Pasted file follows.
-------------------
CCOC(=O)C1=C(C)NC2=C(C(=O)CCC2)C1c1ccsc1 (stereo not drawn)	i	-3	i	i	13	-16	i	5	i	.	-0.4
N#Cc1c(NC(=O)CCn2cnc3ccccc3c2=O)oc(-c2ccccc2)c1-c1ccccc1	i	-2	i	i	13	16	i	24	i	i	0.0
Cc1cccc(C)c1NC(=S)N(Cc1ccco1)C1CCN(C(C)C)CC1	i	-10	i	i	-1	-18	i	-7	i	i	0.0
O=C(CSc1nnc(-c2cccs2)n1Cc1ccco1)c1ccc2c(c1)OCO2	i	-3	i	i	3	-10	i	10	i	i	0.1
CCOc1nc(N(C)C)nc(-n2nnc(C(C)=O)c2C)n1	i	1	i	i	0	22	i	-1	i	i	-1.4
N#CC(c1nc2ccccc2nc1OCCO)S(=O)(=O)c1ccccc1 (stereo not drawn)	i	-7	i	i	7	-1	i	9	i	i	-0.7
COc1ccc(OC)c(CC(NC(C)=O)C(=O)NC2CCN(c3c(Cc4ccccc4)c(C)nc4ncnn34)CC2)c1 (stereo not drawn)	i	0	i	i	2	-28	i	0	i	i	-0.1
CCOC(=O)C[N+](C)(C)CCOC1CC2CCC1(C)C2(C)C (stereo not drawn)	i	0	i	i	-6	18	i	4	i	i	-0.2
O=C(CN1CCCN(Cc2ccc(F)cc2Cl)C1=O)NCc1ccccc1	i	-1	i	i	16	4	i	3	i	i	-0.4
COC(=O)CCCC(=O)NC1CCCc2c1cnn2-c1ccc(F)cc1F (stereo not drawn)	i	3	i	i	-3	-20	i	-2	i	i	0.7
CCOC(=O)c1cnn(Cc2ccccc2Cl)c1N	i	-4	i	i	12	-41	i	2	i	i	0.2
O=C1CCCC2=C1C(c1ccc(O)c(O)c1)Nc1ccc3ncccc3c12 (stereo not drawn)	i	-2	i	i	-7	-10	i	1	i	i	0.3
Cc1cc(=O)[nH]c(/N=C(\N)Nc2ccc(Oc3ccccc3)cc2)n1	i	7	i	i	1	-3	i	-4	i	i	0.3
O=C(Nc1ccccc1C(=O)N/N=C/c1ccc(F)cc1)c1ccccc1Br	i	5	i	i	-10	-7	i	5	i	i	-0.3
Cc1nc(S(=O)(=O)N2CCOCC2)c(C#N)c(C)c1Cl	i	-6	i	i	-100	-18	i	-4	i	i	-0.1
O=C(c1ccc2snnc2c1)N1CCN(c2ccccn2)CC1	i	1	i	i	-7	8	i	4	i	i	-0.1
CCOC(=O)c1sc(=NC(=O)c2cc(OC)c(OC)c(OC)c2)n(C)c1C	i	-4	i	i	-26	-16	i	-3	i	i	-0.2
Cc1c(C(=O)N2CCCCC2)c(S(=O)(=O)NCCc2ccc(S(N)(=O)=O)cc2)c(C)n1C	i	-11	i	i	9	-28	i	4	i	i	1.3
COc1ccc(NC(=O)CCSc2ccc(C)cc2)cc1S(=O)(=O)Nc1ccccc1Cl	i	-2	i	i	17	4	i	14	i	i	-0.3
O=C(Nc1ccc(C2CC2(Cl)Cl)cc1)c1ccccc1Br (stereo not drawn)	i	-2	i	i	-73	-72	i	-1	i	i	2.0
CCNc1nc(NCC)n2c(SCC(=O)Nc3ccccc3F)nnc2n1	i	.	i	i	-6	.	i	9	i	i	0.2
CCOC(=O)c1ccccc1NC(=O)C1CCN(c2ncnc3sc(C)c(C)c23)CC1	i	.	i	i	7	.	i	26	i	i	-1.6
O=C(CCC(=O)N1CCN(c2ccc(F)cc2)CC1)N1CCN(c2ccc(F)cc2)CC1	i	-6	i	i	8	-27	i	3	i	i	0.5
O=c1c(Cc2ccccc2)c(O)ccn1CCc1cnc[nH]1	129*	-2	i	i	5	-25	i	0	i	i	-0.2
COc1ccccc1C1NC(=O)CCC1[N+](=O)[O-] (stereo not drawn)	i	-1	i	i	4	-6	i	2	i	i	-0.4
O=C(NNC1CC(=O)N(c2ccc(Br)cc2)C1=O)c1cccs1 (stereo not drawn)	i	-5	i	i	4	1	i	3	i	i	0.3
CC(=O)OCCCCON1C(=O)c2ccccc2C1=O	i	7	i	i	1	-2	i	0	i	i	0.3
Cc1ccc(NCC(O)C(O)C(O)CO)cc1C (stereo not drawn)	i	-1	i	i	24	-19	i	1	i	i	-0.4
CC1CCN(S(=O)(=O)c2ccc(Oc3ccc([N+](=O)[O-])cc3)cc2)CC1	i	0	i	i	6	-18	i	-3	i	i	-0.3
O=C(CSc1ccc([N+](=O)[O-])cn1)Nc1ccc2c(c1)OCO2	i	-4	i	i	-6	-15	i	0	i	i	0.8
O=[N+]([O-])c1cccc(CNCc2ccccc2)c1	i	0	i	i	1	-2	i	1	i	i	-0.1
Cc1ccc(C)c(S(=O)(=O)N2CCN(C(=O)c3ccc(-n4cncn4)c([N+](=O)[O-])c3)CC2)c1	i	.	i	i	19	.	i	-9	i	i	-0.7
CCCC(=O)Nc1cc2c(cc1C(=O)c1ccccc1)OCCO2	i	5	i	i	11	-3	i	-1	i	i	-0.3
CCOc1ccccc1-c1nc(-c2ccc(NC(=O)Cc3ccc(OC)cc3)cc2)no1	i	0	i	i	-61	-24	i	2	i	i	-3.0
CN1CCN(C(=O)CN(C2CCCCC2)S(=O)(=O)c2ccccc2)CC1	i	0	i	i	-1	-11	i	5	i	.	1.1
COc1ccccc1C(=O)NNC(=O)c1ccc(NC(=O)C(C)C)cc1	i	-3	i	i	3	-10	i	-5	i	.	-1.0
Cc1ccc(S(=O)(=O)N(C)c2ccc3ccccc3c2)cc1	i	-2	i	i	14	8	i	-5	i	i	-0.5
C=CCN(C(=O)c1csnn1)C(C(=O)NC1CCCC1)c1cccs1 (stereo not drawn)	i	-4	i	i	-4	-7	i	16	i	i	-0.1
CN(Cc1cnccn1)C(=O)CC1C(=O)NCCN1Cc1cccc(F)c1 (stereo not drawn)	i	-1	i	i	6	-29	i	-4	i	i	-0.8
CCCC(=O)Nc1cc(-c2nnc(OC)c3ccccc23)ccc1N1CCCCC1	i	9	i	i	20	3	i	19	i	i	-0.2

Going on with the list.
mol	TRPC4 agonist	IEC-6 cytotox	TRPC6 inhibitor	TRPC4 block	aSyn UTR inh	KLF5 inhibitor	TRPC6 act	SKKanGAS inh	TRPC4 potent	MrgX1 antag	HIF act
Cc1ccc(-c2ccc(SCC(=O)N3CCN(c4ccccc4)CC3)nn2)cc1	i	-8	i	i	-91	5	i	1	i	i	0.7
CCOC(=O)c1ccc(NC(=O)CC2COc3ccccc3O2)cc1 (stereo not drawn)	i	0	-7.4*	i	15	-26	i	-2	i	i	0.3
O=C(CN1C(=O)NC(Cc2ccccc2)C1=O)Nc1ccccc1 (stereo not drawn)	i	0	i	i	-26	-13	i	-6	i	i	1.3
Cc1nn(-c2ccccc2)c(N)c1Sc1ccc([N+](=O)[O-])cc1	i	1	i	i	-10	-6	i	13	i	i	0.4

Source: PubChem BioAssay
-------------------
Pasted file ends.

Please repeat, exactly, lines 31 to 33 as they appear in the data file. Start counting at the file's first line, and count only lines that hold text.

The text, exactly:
O=[N+]([O-])c1cccc(CNCc2ccccc2)c1	i	0	i	i	1	-2	i	1	i	i	-0.1
Cc1ccc(C)c(S(=O)(=O)N2CCN(C(=O)c3ccc(-n4cncn4)c([N+](=O)[O-])c3)CC2)c1	i	.	i	i	19	.	i	-9	i	i	-0.7
CCCC(=O)Nc1cc2c(cc1C(=O)c1ccccc1)OCCO2	i	5	i	i	11	-3	i	-1	i	i	-0.3